My purely personal guess is that the OCaml manual will stay mostly the same, but get a more modern web design, that the ocaml.org tutorials will be removed (how much of the work poured into them will be lost depends on whether people are willing to volunteer work), and that odoc will eventually (in some unpredictable amount of time) become the standard documentation generator – with public documentation generated at a centralized opam-repository level instead of documentation pages being hosted locally (or not hosted at all) by each package author.

One I can remember is Anil and Daniel discussed briefly about having a centralized docs here:

Is that a wishlist item or is it something being actively worked on? It would certainly help with readability.

I would be curious about what docs.ocaml.org is intended to contain. I think that is what I vaguely remember.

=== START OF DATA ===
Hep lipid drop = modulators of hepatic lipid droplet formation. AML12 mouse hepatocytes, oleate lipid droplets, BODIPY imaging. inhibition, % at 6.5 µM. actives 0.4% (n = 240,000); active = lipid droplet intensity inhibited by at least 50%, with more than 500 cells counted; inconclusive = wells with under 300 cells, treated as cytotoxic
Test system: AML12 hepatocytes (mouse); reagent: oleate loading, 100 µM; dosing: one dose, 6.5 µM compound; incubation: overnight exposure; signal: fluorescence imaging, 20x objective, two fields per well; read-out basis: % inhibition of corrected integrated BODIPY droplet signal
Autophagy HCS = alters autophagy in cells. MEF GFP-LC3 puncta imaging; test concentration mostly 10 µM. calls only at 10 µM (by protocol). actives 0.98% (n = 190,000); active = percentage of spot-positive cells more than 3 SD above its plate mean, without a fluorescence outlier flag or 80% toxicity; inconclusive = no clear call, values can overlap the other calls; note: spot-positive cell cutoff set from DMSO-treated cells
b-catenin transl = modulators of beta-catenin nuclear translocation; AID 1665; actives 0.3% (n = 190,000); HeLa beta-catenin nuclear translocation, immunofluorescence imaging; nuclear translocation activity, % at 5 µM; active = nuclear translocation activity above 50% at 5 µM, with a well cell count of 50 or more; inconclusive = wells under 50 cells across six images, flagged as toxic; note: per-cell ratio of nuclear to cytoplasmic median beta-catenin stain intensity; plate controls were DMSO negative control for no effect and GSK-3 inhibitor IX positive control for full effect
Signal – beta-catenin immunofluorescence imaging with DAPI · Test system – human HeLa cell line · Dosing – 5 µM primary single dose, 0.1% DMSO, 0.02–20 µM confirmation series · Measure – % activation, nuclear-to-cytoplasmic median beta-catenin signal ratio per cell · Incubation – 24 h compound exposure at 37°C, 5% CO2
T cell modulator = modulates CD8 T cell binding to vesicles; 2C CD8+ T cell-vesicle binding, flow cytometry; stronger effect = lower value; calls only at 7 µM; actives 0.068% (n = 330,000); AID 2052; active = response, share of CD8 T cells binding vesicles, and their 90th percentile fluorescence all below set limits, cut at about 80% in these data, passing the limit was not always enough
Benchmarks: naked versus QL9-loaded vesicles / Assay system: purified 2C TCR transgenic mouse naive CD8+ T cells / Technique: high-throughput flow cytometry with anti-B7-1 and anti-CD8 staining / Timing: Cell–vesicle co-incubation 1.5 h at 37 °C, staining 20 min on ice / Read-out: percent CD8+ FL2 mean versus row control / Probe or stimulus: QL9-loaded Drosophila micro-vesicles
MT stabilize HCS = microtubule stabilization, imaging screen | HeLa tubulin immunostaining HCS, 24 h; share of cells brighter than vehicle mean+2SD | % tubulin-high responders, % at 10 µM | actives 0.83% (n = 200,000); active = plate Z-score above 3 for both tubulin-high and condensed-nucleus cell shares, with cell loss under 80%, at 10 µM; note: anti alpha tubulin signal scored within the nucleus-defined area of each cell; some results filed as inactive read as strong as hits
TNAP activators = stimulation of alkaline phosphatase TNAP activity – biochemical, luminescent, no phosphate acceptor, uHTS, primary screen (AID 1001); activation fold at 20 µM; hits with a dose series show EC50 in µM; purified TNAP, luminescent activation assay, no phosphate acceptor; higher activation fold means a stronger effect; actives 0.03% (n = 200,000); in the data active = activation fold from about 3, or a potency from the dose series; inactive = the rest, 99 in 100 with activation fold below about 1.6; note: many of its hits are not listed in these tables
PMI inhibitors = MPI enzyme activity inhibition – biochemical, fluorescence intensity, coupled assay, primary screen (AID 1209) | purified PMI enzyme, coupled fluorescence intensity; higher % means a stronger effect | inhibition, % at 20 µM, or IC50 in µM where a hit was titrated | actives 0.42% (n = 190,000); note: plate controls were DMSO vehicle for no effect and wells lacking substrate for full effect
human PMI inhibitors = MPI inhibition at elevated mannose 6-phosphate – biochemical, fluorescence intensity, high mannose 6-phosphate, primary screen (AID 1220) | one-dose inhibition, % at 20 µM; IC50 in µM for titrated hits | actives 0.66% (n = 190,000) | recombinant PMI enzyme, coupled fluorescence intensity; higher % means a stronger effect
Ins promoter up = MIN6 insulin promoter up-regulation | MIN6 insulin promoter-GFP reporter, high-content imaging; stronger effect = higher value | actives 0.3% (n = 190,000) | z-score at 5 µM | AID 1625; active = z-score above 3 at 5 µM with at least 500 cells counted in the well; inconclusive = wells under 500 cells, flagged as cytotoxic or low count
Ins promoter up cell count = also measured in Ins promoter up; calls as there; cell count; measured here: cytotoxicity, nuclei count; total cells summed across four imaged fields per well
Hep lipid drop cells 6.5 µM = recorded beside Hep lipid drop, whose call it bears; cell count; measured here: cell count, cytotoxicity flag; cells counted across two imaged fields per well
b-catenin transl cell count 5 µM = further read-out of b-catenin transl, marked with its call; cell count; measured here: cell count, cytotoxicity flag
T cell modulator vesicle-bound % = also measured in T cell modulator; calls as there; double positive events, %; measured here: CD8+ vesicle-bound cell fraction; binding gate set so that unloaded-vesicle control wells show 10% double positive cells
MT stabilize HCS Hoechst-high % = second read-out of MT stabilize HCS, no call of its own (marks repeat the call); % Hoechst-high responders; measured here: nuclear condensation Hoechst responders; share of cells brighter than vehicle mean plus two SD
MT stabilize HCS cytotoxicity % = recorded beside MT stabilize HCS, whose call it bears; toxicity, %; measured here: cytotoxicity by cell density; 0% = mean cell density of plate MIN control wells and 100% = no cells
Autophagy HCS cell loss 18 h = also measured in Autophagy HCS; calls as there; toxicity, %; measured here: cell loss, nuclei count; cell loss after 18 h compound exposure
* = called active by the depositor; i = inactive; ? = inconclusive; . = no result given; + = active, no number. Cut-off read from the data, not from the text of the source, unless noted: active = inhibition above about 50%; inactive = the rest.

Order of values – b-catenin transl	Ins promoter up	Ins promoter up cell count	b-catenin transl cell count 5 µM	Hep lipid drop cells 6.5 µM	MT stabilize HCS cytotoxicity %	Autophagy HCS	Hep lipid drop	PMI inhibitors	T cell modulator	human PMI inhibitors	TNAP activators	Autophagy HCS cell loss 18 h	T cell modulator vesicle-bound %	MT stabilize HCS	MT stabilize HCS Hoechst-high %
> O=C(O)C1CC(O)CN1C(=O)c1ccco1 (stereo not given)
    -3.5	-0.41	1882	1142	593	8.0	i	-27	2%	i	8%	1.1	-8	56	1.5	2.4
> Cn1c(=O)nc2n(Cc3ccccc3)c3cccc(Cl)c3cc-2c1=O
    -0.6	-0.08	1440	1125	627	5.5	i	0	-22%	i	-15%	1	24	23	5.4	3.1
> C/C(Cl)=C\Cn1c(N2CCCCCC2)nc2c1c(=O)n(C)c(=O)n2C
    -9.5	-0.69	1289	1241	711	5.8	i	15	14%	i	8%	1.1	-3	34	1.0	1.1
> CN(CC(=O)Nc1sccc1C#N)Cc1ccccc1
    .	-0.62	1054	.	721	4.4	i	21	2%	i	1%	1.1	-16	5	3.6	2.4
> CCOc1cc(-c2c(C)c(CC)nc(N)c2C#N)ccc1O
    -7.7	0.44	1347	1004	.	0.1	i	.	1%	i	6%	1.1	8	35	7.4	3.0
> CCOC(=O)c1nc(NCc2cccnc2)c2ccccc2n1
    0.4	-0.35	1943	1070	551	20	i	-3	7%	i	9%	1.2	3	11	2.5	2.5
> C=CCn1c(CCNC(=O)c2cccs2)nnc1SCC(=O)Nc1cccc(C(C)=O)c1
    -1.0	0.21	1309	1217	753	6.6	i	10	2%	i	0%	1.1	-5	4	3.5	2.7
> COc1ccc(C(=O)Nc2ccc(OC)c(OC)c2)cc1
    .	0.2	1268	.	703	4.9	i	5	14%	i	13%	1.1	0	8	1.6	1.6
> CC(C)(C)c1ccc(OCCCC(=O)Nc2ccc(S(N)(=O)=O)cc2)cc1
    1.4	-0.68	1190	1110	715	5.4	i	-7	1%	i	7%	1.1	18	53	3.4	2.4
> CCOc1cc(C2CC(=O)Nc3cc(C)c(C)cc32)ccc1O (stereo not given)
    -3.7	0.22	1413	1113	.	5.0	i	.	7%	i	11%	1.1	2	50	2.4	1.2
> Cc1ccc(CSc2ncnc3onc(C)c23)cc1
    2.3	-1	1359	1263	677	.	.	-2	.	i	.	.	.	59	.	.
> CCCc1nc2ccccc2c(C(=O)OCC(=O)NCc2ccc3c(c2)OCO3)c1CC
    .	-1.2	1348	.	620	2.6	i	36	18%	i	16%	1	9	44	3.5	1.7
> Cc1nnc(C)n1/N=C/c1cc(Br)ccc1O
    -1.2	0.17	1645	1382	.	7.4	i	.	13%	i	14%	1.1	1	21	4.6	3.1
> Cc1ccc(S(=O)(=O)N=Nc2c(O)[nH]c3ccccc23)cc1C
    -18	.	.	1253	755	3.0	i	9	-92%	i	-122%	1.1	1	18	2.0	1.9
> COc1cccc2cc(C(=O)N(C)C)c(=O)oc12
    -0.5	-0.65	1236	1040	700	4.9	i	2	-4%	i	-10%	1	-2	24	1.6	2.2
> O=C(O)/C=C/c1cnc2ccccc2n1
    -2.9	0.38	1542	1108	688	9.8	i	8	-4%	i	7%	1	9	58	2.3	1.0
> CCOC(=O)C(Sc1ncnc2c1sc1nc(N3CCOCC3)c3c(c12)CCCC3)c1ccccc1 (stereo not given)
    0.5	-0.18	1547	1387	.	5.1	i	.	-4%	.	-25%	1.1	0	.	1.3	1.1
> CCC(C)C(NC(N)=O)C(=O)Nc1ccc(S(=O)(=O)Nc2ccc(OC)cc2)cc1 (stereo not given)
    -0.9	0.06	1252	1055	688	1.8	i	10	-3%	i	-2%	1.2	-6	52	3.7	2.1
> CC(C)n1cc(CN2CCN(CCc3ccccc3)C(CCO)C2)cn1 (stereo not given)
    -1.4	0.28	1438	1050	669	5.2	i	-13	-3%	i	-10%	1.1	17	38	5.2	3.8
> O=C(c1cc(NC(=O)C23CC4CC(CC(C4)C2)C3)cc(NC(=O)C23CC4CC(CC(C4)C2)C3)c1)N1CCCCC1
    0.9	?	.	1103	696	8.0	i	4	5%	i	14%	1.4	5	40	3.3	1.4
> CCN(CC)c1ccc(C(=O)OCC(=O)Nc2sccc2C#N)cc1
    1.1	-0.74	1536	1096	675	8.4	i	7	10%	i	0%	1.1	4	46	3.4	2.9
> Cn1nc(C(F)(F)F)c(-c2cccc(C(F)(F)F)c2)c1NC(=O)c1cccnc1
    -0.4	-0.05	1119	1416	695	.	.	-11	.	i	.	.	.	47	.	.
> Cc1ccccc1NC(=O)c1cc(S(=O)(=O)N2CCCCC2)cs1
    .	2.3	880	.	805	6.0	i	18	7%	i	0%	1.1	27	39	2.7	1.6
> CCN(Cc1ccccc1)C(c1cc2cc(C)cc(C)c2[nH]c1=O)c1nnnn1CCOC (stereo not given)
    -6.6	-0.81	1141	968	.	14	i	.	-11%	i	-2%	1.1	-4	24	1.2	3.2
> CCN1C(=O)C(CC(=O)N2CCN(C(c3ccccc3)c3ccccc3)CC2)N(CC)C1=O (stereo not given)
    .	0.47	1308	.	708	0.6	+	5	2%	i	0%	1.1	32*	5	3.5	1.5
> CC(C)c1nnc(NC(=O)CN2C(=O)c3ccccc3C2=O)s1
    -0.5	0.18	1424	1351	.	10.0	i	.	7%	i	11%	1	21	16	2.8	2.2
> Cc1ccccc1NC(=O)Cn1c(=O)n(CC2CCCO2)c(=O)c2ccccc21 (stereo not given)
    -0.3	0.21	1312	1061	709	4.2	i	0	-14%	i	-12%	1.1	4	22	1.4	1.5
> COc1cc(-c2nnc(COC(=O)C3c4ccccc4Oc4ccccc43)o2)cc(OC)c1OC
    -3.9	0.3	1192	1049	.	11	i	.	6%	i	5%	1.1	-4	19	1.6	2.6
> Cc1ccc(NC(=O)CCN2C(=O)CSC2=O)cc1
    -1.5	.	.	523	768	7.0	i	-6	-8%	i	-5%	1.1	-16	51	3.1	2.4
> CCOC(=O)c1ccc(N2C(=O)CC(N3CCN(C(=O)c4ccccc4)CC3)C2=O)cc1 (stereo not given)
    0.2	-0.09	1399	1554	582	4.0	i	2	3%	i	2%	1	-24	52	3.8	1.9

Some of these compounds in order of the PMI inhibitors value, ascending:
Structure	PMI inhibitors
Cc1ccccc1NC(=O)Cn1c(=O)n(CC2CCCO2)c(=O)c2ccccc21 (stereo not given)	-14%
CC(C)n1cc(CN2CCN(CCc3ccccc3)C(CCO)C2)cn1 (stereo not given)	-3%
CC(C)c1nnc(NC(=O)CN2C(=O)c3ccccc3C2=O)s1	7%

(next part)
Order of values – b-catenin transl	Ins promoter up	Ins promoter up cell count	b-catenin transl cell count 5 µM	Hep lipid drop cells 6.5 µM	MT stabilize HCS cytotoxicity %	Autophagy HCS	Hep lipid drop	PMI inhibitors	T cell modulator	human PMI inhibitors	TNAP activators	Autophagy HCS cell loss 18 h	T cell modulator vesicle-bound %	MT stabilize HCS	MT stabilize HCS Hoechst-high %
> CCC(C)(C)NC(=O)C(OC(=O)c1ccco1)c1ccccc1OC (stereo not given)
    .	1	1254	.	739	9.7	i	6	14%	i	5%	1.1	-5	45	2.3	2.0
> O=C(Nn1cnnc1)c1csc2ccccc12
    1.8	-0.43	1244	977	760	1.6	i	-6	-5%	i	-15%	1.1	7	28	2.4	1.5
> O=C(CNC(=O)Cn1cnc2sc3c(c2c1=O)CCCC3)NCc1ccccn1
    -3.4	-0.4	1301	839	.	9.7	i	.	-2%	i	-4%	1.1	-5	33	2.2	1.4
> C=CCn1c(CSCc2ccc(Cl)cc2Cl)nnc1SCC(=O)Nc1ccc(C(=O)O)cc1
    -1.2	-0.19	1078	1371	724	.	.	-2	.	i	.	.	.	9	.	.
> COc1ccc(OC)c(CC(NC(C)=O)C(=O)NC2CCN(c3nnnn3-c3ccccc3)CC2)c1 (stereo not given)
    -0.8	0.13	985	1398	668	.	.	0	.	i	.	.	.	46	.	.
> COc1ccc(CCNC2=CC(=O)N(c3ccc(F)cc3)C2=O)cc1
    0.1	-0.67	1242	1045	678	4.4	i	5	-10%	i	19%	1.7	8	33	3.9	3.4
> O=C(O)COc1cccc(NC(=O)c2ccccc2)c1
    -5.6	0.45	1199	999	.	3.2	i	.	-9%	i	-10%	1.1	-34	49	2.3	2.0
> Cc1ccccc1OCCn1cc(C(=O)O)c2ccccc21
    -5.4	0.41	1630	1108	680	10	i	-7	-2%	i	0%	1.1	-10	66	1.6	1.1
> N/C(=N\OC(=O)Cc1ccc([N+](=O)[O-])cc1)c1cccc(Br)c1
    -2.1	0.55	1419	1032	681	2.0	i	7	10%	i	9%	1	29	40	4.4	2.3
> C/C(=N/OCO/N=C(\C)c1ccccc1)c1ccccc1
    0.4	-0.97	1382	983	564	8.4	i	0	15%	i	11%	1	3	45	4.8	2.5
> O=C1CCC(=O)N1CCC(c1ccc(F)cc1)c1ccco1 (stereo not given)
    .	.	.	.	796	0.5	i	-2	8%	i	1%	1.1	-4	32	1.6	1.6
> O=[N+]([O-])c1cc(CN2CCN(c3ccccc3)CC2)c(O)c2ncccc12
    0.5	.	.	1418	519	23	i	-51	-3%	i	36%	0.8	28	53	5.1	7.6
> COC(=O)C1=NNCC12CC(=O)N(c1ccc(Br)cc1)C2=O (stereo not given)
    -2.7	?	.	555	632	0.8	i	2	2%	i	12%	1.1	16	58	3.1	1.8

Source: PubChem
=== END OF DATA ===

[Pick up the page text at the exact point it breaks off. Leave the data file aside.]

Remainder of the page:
It is something being slowly worked on.

I’m curious what the plans are. This is the sort of thing where newcomers like me can be of help — converting documents from one form to another often requires only limited experience.


Since the html version of the manual is mostly generated from latex source files and ocaml interface files; there is not real need for migrating or converting the documents themselves. Currently, in term of manual infrastructure, my mostly non-ordered todo list looks like:

  • finish the verbatim mode for code examples
  • refresh the html structure generated by hevea/hacha for individual html pages
  • add a option in the manual build system to generate the API documentation with odoc rather than ocamldoc
    • write a latex backend to odoc
  • update the graphical chart of the manual (by updating the corresponding css styles)
  • discuss with @avsm about potentially hosting the manual on ocaml.org and reusing its graphical chart

I am not sure if any of this task is newcomers friendly, even more so when compared to writing documentation: for instance, on error or warning messages; or about using lazy values, ephemerons or the Format module.